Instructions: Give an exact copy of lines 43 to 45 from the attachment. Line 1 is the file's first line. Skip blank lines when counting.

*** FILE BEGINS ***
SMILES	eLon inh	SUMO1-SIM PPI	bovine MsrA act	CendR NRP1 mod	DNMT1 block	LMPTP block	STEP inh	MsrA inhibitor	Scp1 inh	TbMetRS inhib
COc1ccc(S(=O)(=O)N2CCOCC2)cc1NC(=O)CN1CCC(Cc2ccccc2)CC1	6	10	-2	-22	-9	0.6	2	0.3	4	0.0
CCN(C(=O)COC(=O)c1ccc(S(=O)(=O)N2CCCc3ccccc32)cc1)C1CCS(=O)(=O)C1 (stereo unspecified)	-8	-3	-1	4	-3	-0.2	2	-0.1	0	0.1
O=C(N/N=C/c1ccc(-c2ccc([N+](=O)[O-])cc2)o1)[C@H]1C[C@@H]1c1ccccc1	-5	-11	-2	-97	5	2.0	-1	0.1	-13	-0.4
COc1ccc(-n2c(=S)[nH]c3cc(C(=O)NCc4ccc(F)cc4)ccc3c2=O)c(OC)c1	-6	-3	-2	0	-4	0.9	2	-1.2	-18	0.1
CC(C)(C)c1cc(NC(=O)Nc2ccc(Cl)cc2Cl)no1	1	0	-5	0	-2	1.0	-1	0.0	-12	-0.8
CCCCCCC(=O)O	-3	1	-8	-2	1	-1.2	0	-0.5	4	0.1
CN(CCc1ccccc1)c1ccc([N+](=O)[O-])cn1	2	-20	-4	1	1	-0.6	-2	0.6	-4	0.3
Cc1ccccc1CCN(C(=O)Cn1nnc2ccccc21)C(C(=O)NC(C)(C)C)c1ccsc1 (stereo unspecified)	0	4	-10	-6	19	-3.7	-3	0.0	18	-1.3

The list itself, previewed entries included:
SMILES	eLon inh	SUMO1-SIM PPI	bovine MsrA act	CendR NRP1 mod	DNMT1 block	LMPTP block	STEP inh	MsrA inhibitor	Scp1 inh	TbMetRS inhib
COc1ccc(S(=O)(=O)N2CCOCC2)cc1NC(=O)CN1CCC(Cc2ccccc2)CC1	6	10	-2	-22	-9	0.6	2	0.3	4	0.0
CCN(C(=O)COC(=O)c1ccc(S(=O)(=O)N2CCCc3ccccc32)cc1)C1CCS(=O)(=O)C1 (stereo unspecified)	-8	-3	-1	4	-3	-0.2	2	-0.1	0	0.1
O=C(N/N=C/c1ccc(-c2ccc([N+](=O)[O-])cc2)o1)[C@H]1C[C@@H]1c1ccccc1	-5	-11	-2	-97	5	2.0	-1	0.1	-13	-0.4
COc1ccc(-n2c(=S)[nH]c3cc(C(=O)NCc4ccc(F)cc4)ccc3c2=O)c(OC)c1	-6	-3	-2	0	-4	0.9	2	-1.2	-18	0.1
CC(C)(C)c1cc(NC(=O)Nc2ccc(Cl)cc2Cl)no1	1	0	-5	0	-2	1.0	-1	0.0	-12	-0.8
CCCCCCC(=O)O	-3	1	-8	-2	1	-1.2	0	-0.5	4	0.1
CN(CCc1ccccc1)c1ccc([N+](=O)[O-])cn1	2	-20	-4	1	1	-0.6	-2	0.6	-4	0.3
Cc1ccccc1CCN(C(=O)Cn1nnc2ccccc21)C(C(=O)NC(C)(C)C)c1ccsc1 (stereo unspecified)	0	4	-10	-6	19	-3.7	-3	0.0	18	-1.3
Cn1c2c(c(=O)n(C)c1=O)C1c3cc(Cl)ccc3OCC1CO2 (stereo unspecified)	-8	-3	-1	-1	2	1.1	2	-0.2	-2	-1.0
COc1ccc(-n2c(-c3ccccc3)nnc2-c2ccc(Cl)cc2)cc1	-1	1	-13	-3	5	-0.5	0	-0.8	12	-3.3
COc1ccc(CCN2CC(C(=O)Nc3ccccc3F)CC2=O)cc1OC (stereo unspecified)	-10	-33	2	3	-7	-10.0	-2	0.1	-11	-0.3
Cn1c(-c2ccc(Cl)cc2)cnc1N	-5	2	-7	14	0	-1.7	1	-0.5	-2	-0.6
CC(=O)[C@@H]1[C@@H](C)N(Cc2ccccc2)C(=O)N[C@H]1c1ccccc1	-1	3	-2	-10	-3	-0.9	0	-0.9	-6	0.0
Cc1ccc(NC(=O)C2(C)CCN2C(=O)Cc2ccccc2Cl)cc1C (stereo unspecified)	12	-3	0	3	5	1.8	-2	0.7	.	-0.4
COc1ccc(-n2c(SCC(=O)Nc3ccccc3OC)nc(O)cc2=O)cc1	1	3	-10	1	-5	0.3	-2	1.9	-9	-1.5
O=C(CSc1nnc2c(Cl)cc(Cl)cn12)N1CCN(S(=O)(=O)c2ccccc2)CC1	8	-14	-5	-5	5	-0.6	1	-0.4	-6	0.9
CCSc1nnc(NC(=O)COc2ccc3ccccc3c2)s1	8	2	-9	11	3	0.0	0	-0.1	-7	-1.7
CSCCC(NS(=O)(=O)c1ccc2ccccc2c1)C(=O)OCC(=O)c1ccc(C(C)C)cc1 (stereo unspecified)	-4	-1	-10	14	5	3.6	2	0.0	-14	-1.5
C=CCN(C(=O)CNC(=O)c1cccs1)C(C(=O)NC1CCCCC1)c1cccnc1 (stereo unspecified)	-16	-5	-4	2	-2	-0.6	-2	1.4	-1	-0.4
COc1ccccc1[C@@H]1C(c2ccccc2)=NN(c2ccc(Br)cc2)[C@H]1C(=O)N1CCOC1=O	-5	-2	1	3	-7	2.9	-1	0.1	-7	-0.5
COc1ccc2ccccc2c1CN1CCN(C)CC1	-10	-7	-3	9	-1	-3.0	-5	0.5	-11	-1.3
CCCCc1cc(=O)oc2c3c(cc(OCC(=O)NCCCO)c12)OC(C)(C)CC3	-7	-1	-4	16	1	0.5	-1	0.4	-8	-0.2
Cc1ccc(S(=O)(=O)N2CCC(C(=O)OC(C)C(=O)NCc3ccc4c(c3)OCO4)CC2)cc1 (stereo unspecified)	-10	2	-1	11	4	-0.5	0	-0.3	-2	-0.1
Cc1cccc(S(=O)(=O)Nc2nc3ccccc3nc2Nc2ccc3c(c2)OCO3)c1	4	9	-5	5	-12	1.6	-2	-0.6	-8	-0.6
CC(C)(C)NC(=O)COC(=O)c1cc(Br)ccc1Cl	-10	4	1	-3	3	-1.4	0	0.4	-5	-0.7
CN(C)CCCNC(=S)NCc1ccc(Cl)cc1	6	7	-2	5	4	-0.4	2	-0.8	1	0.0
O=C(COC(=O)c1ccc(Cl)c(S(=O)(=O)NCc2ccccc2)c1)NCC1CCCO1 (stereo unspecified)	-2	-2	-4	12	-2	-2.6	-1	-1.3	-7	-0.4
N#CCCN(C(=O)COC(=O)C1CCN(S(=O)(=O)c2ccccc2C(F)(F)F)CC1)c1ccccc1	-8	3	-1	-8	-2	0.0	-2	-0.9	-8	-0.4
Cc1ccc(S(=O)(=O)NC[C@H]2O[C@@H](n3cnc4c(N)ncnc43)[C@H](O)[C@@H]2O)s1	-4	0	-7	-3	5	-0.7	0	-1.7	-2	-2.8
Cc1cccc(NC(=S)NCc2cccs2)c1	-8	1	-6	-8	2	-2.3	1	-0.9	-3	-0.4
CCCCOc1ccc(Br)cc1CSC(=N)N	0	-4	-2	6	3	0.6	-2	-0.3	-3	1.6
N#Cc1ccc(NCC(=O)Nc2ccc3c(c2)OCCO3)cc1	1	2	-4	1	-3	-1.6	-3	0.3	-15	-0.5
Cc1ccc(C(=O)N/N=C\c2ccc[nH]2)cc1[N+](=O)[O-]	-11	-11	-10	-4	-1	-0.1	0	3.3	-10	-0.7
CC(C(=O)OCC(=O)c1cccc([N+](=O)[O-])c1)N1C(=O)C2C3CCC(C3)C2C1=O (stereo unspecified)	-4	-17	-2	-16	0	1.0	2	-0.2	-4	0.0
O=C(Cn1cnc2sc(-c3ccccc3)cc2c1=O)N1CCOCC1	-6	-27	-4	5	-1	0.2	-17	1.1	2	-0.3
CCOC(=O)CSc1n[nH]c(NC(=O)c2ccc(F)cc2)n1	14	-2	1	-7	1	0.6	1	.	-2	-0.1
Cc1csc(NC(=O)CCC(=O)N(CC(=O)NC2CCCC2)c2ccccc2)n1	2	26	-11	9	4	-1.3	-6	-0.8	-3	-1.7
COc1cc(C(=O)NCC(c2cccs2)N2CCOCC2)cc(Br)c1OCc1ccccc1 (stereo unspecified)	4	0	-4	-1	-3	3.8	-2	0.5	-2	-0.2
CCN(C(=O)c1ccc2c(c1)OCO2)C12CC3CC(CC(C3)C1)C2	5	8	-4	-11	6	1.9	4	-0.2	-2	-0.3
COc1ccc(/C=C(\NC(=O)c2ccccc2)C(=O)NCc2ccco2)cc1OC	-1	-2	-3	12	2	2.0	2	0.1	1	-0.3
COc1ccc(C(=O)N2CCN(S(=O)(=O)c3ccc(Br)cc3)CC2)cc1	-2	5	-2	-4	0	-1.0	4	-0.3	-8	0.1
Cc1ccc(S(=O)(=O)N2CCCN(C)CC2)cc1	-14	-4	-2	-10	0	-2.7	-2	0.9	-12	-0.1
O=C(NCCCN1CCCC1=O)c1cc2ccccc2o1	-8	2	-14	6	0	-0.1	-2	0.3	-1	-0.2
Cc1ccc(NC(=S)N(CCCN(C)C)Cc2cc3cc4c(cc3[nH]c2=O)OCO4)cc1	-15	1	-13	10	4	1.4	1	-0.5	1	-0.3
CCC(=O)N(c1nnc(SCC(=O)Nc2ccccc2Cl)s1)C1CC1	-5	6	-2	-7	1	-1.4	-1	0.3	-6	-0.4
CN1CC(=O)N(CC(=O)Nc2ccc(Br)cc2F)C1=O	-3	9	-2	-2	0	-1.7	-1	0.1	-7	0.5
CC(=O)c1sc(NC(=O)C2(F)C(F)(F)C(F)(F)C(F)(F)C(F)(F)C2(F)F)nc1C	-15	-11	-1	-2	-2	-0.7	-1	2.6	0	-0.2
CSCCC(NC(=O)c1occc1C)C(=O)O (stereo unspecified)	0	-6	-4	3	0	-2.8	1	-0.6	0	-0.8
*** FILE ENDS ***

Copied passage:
N#Cc1ccc(NCC(=O)Nc2ccc3c(c2)OCCO3)cc1	1	2	-4	1	-3	-1.6	-3	0.3	-15	-0.5
Cc1ccc(C(=O)N/N=C\c2ccc[nH]2)cc1[N+](=O)[O-]	-11	-11	-10	-4	-1	-0.1	0	3.3	-10	-0.7
CC(C(=O)OCC(=O)c1cccc([N+](=O)[O-])c1)N1C(=O)C2C3CCC(C3)C2C1=O (stereo unspecified)	-4	-17	-2	-16	0	1.0	2	-0.2	-4	0.0